Last week we were in the softer west-coast of America, listening to The Shins. This week we’re in the gritty east for a bit of a bit of tough love from NYC. But before I get into my music review, I’m going to quickly talk about a book.
I’m working my way through the Hunger Games trilogy at the moment and I’m hooked. It’s not the best trilogy in the world and it’s certainly not the worlds best written piece of literature (a bit like this blog), but there is something fascinating about it and it gets my imagination firing on all cylinders.
And that’s what I want to focus on – imagination. That book will be, and will have been, read by hundreds of thousands (if not millions) of people and I bet that every single person will have imagined a different world. They will have built a vision of the leading lady, Katniss, and each vision will be different. The same for District 12, the Capitol, the forest and so on. Perhaps that’s why there are mixed reviews of the film. “It’s not as good as the book” people say. But is that it or is it that it doesn’t match how you imagined it?
I wanted to write about this for two reasons : First, and I could be wrong on this point, but I think music is similar in some respects. If you listen to a songs lyrics, you may imagine a scene around them or the music itself might carry you away to a place or time that you feel that the music relates to.
The second reason is that True Loves by Hooray for Earth, for me, is the perfect sound track to the Hunger Games.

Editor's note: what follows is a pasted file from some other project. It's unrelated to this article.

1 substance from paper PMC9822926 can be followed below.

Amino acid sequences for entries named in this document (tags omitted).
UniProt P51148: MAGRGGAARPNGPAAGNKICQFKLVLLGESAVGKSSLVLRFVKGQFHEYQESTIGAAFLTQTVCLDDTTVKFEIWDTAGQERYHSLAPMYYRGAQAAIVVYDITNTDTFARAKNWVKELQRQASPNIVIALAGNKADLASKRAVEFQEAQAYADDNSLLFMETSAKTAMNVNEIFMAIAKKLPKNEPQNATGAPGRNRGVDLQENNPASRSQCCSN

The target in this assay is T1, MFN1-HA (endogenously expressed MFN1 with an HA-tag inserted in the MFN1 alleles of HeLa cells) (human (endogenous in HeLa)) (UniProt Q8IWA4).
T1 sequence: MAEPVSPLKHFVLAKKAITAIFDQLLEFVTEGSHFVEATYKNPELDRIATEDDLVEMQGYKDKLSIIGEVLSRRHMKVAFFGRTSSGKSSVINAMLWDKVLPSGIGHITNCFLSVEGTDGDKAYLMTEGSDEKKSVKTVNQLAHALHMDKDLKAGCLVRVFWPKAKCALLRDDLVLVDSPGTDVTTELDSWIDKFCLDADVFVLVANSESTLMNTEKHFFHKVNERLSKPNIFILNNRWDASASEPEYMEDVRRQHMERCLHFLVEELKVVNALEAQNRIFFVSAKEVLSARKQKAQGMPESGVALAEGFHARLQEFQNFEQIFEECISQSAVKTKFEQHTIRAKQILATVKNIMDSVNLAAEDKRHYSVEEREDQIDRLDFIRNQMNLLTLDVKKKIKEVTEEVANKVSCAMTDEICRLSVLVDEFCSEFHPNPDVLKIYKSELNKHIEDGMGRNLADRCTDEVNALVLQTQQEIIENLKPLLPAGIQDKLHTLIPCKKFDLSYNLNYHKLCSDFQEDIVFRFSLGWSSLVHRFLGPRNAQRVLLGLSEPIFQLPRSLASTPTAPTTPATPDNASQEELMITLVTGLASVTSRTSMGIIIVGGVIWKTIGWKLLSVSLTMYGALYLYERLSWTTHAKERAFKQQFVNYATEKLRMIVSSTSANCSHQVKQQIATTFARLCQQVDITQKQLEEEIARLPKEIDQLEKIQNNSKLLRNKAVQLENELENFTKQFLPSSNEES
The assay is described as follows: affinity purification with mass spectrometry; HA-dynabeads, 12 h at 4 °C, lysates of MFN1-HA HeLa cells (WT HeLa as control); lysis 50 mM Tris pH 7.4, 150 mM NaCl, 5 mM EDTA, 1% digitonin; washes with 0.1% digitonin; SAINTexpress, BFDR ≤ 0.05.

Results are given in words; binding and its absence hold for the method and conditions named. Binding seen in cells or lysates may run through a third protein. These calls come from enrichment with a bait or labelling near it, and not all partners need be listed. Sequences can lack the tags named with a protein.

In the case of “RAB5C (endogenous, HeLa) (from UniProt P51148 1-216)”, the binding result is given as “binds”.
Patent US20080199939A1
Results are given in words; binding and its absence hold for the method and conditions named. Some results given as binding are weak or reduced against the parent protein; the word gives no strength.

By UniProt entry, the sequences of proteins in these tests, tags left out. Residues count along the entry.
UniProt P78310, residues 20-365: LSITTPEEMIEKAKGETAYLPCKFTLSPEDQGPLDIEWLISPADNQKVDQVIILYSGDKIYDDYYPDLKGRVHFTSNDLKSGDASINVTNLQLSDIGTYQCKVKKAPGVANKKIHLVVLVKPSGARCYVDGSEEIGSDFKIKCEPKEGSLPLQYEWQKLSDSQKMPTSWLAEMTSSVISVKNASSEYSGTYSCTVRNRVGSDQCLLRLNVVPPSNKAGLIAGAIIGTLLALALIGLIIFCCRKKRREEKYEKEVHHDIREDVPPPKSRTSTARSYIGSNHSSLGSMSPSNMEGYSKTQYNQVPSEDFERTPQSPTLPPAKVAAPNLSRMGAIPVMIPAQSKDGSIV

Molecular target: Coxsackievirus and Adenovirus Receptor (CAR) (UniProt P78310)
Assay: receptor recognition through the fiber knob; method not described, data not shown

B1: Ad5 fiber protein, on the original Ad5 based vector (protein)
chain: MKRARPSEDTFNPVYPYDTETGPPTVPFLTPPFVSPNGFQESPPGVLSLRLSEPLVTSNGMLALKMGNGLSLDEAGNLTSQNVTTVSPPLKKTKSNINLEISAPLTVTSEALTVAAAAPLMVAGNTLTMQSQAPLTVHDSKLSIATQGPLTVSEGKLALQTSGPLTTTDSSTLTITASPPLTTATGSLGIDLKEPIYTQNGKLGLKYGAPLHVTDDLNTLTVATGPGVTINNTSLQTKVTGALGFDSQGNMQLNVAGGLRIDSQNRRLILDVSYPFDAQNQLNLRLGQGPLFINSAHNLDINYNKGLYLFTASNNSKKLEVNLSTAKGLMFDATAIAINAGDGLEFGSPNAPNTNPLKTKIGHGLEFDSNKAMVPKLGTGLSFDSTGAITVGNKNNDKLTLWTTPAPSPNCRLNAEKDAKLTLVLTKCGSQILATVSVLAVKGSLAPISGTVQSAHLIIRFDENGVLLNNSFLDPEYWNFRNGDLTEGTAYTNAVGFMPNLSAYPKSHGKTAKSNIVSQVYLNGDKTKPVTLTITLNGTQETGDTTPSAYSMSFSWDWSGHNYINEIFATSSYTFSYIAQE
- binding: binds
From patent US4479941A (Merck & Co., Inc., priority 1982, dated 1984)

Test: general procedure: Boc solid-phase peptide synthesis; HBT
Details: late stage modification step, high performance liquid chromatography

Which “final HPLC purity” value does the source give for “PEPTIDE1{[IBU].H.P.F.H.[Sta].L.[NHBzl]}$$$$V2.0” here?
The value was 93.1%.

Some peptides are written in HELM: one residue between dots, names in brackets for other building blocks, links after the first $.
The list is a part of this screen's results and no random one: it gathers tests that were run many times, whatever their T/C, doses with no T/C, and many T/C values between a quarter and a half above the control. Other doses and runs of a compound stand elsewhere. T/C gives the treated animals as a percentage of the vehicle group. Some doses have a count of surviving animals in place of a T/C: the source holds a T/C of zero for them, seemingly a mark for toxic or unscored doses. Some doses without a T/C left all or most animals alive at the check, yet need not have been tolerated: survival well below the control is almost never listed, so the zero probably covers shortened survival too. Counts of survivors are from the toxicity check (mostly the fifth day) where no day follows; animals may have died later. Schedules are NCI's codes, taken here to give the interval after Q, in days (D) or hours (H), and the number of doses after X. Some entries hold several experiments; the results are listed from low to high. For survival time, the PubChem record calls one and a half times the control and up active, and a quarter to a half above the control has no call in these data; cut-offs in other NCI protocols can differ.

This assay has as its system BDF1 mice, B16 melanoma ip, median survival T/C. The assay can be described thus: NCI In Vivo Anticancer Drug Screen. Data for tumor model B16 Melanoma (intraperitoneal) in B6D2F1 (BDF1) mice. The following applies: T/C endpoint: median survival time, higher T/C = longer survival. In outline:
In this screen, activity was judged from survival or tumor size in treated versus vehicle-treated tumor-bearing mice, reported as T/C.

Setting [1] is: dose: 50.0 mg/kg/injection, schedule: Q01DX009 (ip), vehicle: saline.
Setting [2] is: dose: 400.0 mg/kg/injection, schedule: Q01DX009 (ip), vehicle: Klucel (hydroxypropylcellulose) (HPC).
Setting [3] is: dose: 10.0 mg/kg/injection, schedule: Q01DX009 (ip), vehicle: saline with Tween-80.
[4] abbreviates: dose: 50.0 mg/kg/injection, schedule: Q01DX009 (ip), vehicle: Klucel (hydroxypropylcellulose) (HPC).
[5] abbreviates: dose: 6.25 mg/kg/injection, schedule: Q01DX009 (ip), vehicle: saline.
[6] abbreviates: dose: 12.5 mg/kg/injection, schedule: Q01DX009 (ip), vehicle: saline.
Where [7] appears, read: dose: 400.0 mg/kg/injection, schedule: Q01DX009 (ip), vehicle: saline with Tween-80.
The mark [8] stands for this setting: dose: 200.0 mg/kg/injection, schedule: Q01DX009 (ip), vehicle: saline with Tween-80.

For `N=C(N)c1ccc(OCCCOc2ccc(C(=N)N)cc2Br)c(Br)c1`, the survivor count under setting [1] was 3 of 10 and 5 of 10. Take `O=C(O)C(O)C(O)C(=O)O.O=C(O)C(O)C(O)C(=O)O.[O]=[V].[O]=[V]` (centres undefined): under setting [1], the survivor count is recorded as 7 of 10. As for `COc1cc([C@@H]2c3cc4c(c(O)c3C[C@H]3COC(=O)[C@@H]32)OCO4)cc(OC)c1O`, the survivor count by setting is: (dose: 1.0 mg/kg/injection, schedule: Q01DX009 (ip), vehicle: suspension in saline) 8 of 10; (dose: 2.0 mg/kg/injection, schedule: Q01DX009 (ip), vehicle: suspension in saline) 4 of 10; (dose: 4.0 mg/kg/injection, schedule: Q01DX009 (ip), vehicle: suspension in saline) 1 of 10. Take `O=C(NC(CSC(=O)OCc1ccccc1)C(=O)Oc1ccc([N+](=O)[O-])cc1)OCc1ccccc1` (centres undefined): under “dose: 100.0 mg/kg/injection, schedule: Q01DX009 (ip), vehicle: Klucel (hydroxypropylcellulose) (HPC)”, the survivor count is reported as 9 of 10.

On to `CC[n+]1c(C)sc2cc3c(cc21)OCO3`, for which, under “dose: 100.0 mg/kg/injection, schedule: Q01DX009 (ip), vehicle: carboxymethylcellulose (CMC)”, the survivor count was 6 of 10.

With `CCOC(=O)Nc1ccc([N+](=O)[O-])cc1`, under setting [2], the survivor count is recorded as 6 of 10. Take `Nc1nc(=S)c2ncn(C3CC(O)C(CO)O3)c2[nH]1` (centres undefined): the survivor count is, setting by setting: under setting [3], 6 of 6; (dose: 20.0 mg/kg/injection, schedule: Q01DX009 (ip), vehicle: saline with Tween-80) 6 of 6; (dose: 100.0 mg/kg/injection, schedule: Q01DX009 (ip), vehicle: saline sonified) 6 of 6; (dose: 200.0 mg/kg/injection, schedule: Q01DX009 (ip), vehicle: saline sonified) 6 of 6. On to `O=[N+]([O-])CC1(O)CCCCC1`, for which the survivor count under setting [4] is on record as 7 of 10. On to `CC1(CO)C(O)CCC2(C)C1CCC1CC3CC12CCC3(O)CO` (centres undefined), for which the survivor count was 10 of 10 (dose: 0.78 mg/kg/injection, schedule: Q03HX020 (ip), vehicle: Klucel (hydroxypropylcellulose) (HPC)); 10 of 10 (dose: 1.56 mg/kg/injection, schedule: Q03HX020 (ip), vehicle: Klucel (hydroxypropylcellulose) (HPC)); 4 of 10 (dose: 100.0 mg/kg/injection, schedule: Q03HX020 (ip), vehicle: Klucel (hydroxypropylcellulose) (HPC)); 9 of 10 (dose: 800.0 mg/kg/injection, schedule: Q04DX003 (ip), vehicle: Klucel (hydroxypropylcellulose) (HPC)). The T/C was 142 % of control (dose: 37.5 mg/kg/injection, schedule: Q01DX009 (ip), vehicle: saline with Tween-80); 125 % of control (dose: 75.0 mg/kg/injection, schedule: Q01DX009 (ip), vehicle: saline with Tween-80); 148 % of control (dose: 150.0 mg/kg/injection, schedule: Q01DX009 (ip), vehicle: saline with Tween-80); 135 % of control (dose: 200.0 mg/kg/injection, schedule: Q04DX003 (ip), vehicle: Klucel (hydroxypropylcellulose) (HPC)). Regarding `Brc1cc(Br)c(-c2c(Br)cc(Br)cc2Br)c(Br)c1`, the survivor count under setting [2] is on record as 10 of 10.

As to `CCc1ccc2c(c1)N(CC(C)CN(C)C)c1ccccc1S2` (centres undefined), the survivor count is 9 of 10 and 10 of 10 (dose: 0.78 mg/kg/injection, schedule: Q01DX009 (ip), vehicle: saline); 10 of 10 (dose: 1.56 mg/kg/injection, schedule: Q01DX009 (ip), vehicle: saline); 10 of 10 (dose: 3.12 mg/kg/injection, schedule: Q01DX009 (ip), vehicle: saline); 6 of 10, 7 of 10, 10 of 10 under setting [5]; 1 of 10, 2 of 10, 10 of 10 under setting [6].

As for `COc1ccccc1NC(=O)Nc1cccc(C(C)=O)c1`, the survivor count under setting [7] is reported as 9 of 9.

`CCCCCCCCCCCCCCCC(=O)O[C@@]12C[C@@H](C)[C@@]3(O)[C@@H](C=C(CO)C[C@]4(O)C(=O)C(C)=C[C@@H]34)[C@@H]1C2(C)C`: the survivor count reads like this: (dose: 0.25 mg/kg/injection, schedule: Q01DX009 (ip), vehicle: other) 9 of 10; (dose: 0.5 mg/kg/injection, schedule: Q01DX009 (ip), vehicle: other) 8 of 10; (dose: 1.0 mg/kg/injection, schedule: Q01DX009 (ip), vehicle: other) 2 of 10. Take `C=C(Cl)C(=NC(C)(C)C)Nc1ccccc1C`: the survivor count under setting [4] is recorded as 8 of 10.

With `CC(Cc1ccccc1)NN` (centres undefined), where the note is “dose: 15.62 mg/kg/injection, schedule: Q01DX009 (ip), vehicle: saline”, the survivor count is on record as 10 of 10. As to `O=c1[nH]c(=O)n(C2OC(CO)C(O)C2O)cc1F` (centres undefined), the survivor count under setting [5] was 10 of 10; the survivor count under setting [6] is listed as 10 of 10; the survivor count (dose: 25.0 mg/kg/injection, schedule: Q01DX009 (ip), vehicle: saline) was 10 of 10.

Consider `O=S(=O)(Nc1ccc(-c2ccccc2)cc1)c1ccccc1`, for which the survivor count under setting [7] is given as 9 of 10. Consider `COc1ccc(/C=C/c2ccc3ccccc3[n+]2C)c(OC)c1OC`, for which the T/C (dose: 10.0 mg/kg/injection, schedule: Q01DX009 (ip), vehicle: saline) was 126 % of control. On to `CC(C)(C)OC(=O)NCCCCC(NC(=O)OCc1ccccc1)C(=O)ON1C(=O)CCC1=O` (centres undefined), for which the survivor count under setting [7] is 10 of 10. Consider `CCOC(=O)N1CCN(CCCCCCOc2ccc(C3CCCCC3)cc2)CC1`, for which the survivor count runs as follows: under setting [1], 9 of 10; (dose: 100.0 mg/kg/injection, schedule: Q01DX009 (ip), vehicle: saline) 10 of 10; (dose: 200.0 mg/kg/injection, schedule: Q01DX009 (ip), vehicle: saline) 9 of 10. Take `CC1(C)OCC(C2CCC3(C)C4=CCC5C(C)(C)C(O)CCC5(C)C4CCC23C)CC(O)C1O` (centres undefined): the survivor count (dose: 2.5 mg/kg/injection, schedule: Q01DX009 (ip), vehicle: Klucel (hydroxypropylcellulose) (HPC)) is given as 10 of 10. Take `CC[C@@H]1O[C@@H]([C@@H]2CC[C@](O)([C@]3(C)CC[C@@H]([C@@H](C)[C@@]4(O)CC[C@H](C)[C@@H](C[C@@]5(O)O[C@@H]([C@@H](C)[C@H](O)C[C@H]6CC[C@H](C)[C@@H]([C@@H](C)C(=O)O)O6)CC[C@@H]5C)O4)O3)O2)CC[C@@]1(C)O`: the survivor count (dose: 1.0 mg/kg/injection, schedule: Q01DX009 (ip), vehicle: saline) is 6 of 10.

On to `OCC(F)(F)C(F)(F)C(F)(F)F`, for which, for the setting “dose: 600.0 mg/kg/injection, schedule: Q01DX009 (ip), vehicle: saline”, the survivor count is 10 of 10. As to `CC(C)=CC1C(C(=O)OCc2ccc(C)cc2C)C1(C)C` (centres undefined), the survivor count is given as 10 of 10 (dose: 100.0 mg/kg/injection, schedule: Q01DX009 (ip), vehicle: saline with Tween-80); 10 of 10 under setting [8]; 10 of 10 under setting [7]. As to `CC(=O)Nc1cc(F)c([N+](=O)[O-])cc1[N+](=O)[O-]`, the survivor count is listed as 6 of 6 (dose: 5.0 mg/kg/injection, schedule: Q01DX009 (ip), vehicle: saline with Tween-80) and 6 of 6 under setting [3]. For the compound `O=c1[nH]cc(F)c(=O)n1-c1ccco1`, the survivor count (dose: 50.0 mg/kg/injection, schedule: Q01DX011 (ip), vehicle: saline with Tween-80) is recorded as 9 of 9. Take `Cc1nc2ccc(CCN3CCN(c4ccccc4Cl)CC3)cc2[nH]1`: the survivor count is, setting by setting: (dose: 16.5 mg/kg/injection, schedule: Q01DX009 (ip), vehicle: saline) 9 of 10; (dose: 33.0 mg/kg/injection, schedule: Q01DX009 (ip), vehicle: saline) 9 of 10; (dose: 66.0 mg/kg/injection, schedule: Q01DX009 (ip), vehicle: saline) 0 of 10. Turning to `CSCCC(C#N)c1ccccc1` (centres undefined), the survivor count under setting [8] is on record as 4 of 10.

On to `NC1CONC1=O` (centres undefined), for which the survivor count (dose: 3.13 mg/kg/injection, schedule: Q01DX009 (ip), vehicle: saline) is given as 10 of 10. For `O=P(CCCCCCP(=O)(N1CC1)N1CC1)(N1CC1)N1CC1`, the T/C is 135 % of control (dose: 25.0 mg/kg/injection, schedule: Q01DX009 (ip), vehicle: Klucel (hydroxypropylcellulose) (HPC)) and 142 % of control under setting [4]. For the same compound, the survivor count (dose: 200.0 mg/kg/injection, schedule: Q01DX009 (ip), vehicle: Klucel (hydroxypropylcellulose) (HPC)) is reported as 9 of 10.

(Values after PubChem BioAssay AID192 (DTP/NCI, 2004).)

True Loves is the debut from the Hooray for Earth, a band formed by Noel Heroux and based in New York. Noel is famous for being a ‘multi-instrumentalist’ and for starting out with home-recordings.
Reading a couple of other reviews of this album, people have compared them to MGMT (I can see the resemblance) and sounding like synth-pop (I can’t argue with that either). But I don’t think either of those descriptions managed to explain that this band actually have quite a unique sound.
Using potentially more familiar sound (and visual) metaphors, I think they sound like the world of Blade Runner, combined with Total Recall, and maybe a bit of Tron (the remake).
Does that make sense? They are synth and and a little ‘popy’ but they’re not pop. They’re dark but not necessarily dreary. There’s texture and more than a bit of future-industrialism about them. The effect on Noel’s voice makes it sound like it’s more of a chorus and songs like the title track, “True Loves”, well, I’m transported away to a futuristic, mechanical and metal world. I should also say that if you do listen to this album, and particularly this track, make sure you are listening to it on a good hi-fi. The textured base really needs a good sound system to effectively cover the range!
I’m struggling to get away from making comparisons with the books. Maybe that has polluted my thoughts and this review. But one thing in undeniable – I’m hooked on the books and, equally, I keep coming back for more with this album. The first book is addictive because it has an unusual story and it is written from the view of a very pragmatic character. The album is similar in every respect. It has an unusual sound but its a bold sound and it isn’t experimental. It is a carefully crafted something else and I have to admire that.
So how to sum this one up? Well, if you like the book, you might like this. But I guess that will depend on whether you imagination is similar to mine. Perhaps you come away and say the album in not as good as the book. Who knows?! Maybe you all think that about all my reviews. All I can say is I recommend this and I hope to listen to more music that gets my mind visualising like this album has.
(3 out of 4)